Active travel investment provides a better path forward for Canberrans

07 Oct 21 | By pp-admin | Advocacy, Infrastructure, Pedal Power

Investment in safe, direct, connected cycling and walking infrastructure will provide choice to Canberrans who want to avoid crowded public transport, yet are averse to private cars that bring roads to a standstill and pollute our air.

Canberra is at a crossroads. As Covid-19 restrictions ease, the majority of Canberrans will return to schools and workplaces. 

Before the pandemic, 17,000 people a day used public transport during peak hour, but there will naturally be hesitancy to get on board a crowded bus or tram as our city adjusts to ‘Covid-normal’.

Genuine investment in active travel will allow Canberrans to take a different path.

Pedal Power CEO Ian Ross said the Territory’s 2021-22 Budget is a step in the right direction for a more active Canberra, delivering $77 million in active travel projects over four years.

“Pedal Power has long called for real investment in cycling infrastructure. It makes economic sense, it makes community sense, it makes environmental sense,” he said. “Ahead of last year’s ACT election, the Greens acknowledged $20 million per year was needed to boost our active travel participation rates. The investment announced by the Government in the 2021-22 Budget is within a stone’s throw of that goal,” he said.

For many years, Pedal Power has campaigned for better path maintenance, and the Budget promises to deliver this to some degree. “Our path network is crumbling. Anyone who walks or rides in Canberra knows that the majority of our paths are in poor condition. Increased funding for maintenance will help, although it will take more than an additional million dollars a year to address the backlog from years of neglect,” Mr Ross said.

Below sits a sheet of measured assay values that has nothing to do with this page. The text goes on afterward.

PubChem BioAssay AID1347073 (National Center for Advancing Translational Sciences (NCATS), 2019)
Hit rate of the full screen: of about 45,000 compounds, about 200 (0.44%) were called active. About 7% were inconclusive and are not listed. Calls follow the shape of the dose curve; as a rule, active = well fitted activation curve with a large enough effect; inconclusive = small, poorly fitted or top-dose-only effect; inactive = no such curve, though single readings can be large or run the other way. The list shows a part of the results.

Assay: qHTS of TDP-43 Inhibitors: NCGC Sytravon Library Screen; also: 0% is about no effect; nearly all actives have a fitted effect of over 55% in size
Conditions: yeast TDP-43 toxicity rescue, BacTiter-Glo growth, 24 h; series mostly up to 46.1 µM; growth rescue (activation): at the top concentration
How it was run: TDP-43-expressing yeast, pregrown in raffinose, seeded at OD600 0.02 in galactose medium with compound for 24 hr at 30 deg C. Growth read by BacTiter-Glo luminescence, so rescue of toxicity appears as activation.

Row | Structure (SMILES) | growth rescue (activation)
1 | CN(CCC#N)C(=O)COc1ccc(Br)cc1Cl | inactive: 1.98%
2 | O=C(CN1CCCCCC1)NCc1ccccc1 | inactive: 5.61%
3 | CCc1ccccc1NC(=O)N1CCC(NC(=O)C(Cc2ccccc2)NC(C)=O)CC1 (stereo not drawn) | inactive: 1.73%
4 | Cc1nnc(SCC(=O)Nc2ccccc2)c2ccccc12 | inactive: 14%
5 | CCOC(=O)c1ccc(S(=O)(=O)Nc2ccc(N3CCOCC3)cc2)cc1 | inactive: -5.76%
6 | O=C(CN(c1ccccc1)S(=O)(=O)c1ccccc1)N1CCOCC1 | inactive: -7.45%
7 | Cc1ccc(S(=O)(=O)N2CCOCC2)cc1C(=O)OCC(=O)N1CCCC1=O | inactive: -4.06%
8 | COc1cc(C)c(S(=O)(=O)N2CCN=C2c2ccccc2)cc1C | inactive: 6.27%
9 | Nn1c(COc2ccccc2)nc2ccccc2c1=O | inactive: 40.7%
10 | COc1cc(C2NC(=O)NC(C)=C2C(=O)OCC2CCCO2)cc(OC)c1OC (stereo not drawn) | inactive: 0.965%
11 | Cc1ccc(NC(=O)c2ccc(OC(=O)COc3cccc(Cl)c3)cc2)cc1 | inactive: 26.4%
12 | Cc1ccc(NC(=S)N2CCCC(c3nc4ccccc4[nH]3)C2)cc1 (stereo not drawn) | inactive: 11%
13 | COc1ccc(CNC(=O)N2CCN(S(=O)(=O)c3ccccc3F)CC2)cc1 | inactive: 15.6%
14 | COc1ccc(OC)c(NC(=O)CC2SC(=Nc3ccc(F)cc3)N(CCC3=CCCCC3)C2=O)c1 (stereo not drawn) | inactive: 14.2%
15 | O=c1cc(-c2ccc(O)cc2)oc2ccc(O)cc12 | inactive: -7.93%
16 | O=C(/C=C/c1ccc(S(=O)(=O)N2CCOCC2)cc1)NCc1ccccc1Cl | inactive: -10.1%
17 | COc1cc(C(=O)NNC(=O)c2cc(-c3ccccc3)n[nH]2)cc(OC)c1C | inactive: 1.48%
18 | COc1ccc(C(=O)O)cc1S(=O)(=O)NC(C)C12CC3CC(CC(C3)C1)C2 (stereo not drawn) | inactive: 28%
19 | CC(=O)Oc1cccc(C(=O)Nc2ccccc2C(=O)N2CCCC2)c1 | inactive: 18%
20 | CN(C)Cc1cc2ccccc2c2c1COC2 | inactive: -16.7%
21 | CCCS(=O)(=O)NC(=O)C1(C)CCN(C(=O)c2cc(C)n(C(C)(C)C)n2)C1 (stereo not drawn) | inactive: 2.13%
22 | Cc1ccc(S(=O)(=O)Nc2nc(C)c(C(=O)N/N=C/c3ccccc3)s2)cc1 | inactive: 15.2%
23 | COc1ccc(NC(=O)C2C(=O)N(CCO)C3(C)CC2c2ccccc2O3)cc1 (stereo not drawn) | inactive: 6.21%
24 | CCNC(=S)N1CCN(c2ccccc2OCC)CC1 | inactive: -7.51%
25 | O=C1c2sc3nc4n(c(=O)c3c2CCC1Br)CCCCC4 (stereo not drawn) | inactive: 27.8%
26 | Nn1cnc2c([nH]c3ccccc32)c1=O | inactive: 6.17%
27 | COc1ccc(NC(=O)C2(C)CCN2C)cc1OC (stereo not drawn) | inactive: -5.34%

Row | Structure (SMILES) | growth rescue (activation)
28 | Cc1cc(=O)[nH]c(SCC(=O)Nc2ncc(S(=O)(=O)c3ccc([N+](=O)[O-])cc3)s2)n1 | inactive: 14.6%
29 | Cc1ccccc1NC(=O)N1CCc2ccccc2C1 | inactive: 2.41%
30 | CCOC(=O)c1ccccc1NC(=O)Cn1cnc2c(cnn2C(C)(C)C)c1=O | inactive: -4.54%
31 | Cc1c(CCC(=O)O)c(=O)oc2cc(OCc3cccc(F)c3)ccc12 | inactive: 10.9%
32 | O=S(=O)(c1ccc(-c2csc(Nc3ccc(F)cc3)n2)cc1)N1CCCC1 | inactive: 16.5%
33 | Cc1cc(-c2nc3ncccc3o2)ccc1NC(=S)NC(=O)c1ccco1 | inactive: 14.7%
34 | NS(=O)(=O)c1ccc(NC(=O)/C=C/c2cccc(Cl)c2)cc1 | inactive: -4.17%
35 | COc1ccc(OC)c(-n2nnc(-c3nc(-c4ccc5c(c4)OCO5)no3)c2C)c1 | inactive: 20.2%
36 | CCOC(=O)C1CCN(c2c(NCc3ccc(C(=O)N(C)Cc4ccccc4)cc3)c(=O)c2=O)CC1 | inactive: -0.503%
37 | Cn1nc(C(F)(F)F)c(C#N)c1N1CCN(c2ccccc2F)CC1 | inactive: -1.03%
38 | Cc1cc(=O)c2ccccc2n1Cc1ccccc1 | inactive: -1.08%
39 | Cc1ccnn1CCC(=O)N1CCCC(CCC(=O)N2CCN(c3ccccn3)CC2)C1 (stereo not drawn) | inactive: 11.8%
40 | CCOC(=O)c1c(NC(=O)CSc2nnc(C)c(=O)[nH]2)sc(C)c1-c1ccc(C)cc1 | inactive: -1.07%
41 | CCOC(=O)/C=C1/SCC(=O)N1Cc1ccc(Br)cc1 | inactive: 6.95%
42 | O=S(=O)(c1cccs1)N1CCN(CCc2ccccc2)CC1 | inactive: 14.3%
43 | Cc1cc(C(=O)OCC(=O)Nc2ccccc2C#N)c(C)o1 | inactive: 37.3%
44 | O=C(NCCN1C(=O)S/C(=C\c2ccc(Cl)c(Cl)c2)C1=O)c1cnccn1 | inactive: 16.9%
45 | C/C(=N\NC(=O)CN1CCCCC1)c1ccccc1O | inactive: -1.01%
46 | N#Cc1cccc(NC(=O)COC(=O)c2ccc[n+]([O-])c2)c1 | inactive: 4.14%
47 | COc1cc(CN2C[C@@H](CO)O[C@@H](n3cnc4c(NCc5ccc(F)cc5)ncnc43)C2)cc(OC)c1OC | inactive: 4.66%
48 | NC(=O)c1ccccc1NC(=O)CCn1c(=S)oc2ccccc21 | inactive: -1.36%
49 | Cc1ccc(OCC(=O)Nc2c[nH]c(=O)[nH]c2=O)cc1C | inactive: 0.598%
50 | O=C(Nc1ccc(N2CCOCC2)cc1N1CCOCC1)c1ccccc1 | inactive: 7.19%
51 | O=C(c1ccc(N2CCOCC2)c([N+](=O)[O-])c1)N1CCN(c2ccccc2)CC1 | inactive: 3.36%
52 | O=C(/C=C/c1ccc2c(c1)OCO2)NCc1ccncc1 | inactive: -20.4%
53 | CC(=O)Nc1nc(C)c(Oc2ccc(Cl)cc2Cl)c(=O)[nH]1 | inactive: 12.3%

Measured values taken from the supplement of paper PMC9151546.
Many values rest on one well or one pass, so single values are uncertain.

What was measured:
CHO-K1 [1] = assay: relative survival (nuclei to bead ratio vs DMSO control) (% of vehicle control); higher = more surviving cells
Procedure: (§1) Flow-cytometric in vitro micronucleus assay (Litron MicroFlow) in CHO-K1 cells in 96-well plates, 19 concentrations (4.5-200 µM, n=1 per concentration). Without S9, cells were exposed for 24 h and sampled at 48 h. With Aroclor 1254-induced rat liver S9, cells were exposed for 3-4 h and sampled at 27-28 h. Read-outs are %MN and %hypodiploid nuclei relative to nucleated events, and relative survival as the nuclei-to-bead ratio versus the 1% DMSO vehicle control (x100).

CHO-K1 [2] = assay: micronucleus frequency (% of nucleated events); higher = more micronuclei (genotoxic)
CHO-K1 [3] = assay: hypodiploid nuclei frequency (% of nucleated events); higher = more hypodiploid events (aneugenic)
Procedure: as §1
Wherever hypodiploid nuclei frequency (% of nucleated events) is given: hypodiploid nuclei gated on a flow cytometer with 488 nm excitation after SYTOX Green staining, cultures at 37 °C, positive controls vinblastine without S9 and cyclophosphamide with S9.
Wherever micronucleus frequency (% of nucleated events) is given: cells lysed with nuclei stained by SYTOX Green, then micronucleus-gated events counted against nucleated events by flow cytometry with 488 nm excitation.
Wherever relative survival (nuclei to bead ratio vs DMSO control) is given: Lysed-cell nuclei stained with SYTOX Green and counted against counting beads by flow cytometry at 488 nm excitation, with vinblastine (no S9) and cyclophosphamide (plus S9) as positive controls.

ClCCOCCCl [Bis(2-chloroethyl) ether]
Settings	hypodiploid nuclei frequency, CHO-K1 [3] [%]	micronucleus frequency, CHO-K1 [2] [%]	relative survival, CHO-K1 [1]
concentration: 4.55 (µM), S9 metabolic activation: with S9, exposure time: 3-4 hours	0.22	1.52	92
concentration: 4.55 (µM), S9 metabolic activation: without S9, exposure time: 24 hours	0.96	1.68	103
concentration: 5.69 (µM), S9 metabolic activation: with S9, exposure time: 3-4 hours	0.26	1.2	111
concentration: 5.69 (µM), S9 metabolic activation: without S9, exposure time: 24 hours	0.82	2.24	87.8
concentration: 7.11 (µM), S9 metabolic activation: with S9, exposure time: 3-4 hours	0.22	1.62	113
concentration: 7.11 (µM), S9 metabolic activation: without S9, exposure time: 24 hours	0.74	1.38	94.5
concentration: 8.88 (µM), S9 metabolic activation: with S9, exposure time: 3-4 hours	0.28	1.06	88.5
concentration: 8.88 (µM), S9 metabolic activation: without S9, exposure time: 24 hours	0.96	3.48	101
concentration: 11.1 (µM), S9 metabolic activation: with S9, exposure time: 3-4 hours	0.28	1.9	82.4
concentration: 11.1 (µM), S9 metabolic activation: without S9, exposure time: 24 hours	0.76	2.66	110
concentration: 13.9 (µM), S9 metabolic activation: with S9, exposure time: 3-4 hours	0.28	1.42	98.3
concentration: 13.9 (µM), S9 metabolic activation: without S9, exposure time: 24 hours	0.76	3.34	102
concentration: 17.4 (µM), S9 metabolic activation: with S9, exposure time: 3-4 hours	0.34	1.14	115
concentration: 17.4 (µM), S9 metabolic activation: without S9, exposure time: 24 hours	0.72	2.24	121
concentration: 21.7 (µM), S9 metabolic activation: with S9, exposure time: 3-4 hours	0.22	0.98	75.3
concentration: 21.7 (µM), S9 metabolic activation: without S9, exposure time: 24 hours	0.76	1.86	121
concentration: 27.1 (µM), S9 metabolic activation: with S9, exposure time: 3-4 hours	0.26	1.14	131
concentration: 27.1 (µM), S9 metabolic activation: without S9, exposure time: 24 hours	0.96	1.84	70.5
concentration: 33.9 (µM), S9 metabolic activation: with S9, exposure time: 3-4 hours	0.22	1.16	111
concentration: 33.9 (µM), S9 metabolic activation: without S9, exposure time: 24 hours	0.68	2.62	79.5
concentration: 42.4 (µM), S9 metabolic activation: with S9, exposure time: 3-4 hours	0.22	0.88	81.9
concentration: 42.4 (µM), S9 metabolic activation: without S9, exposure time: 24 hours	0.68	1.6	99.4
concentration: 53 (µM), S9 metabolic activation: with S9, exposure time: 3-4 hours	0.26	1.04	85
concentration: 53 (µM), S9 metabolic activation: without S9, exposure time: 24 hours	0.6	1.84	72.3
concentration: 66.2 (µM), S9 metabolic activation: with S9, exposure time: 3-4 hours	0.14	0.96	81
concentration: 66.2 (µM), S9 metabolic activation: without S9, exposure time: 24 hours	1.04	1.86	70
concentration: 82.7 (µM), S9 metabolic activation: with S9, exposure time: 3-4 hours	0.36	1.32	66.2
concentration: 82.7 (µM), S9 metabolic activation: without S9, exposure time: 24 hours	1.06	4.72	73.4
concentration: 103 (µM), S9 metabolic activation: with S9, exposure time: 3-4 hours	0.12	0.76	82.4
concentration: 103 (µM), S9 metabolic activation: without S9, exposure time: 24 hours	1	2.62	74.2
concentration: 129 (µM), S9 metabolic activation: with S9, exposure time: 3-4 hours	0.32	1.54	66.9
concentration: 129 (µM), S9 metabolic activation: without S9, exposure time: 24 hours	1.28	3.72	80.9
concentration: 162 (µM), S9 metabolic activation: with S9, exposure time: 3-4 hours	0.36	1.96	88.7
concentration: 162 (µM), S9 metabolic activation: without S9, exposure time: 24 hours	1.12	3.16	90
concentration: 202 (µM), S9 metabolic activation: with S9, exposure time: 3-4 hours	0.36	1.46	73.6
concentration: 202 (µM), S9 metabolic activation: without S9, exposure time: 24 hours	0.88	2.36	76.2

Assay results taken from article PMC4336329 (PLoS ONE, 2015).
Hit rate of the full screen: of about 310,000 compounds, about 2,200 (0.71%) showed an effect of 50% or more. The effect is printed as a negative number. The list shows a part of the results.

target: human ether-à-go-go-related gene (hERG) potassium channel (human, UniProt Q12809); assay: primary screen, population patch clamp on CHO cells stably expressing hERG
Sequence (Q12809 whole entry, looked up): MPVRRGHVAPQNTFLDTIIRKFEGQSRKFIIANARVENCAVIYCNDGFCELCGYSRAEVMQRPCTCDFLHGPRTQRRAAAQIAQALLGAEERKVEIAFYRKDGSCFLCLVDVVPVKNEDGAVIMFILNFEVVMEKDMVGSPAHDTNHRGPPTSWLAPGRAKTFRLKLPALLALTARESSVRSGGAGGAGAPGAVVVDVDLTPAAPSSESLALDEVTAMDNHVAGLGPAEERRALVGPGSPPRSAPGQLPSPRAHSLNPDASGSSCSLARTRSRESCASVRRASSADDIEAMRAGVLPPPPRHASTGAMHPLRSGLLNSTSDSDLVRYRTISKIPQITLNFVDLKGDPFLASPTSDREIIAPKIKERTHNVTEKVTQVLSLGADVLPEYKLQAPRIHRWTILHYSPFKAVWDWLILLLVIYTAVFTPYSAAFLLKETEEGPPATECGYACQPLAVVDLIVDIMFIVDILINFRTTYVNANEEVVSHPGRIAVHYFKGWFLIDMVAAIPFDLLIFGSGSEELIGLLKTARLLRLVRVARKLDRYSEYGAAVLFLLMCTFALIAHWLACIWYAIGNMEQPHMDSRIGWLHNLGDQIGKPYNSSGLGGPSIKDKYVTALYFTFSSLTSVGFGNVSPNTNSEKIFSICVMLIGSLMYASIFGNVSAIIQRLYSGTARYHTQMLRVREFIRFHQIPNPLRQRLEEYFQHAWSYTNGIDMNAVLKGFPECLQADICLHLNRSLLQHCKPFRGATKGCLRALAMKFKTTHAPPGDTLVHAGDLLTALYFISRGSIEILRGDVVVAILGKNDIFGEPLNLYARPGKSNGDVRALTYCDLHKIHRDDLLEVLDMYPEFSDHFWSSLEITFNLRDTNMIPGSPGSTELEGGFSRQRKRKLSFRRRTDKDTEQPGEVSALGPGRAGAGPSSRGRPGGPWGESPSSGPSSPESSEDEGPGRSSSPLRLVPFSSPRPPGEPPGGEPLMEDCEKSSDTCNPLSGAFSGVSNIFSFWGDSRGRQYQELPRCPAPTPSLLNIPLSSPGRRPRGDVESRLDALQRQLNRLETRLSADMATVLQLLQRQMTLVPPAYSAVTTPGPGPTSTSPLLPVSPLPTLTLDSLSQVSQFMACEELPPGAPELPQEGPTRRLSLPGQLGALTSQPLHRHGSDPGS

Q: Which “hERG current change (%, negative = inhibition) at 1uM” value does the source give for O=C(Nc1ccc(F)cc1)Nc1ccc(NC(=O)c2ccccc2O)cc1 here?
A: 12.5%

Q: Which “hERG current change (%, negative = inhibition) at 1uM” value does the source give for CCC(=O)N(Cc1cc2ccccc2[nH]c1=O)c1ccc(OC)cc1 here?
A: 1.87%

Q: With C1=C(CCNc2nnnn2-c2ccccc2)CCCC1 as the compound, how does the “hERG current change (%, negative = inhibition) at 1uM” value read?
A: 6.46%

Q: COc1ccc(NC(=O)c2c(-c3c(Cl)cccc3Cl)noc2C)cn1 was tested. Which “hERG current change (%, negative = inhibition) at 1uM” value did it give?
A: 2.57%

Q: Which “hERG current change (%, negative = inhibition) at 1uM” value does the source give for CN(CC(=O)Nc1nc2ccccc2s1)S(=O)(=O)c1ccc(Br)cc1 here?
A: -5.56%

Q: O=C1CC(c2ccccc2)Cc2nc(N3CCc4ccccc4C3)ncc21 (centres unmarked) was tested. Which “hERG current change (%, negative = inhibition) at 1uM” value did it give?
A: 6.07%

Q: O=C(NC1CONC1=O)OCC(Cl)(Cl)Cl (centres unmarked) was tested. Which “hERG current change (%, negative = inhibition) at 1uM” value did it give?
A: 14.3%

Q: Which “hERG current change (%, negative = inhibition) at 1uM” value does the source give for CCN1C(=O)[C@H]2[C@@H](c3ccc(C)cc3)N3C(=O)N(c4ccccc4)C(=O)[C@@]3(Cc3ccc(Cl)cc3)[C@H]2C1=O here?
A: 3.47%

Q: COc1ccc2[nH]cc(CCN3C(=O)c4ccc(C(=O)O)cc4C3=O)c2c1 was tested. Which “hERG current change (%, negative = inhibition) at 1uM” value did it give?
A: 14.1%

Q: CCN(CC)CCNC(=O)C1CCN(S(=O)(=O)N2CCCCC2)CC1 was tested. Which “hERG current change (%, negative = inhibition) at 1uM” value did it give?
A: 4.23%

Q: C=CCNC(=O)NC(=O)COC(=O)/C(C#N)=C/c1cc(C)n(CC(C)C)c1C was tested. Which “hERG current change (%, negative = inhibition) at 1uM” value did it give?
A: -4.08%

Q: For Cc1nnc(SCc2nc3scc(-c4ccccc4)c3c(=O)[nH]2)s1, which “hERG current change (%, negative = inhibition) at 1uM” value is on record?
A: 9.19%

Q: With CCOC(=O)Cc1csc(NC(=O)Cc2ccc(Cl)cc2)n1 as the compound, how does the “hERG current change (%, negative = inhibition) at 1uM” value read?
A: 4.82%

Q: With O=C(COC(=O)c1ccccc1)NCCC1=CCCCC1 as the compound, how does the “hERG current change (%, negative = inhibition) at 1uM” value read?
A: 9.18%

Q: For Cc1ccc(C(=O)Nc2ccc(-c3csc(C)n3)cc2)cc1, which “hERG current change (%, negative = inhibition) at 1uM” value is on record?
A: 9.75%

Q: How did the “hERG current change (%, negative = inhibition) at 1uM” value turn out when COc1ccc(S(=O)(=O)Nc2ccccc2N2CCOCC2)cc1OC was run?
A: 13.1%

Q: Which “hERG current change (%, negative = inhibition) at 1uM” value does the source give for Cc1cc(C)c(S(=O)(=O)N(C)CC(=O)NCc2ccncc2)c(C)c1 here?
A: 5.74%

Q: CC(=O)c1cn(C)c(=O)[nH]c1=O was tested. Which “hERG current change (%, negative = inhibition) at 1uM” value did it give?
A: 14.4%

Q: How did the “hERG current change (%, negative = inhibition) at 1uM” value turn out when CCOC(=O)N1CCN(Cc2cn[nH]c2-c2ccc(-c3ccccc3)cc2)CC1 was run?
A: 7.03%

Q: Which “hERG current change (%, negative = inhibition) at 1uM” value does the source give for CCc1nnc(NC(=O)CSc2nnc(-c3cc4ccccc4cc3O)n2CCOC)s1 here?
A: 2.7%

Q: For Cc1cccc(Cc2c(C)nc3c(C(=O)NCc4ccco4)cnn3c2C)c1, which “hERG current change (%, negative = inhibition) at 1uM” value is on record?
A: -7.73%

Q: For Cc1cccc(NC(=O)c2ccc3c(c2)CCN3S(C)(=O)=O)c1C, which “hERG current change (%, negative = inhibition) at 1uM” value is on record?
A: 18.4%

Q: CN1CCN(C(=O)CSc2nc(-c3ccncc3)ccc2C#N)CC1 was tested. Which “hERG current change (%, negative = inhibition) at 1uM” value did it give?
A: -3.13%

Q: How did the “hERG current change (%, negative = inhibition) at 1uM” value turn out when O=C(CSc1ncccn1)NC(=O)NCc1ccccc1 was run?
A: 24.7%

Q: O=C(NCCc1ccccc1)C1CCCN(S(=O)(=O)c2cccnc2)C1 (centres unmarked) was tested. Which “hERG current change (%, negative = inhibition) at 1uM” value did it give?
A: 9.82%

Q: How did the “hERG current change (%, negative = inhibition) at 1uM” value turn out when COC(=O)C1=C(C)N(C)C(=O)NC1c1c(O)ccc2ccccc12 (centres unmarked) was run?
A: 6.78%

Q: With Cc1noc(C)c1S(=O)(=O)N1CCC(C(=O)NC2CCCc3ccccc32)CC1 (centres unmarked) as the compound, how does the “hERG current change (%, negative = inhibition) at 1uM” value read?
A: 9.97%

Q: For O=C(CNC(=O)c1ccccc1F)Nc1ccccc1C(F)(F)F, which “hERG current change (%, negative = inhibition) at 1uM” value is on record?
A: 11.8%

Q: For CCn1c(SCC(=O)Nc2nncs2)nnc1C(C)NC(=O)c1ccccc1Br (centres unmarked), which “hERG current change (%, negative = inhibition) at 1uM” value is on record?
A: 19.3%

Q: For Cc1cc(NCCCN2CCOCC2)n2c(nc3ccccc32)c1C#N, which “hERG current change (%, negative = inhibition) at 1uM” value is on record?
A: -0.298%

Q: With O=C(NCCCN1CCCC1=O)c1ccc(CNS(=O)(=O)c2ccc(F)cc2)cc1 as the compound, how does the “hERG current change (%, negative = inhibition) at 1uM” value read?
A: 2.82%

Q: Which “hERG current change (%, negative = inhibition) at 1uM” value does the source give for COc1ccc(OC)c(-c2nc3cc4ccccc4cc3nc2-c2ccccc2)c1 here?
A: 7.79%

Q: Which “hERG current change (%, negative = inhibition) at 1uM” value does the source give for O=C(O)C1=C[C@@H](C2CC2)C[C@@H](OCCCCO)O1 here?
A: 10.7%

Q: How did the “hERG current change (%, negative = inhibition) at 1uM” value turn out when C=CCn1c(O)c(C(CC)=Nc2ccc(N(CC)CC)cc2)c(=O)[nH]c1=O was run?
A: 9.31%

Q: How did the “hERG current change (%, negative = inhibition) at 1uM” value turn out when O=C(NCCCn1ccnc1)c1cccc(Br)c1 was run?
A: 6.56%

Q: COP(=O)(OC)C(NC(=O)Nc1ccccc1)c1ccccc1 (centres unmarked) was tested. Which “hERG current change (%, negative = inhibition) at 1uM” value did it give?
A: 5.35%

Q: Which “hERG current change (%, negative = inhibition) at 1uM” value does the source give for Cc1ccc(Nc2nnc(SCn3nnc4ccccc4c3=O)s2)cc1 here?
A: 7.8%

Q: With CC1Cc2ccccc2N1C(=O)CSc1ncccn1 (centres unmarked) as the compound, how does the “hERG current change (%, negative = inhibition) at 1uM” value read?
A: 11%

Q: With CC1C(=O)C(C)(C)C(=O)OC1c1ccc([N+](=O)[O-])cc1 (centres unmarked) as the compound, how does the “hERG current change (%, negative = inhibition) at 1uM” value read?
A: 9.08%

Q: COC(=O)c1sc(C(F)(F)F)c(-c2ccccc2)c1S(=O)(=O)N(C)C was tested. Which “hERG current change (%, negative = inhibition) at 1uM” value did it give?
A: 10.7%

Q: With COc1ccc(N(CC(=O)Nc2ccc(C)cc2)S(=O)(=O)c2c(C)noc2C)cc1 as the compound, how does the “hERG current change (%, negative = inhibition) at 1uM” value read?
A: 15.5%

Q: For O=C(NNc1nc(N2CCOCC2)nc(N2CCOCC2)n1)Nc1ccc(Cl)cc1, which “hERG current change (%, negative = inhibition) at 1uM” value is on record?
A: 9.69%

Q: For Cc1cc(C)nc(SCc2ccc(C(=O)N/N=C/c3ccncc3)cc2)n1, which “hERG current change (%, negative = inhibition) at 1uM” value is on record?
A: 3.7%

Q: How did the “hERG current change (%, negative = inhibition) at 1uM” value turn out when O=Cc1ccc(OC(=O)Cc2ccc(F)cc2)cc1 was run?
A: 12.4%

New paths across the city are a welcome inclusion in the budget. “Striking while the iron is hot will let us translate Canberra’s recreational cycling boom into an active travel revolution. Canberrans have shown they love their bicycles, and with investment in our path network, we may start to see a shift from cars to bikes,” he said.

Many car trips Canberrans make could be achieved on a bike, with the right infrastructure. “Thirty-eight per cent of ACT car commutes are under 10km, 5% are under 2.5km. This is an achievable target, particularly with e-bikes.

“The 2021-22 Budget is a step towards achieving this goal,” he said.

Pedal Power welcomes the announcement of some key cycling infrastructure across Canberra:

  • Funding for design of the Garden City Cycle Route takes us a step closer to a faster, safer commute for residents in the eastern suburbs of the inner north, who currently have to run the gauntlet of the on-road Northbourne Avenue cycle lane if they want to travel directly to the city.
  • Those living in Tuggeranong will be able to move safely between the two major north-south access routes of Drakeford Drive and Athllon Drive via the new shared path on Sulwood Drive.
  • The William Hovell Drive duplication will connect West Belconnen and Molonglo Valley residents, with a 7km off-road cycle path linking to the city included in the project.
  • Coombs residents will be able to access the city path network, via a new path and a bridge over Weston Creek.
  • A study into better access for active travel into the Gungahlin Town Centre will mean, if constructed, bike riders don’t have to park their bikes remotely and walk the final part of their trip to the shops.
  • Stromlo Forest Park access improvements – $2.8 m over four years to build a carpark and reseal Dave McInnes Road. (It is expected that any revenue from future paid parking will go towards bike facility enhancements into the future, noting that this budget initiative does not introduce paid parking at Stromlo Forest Park).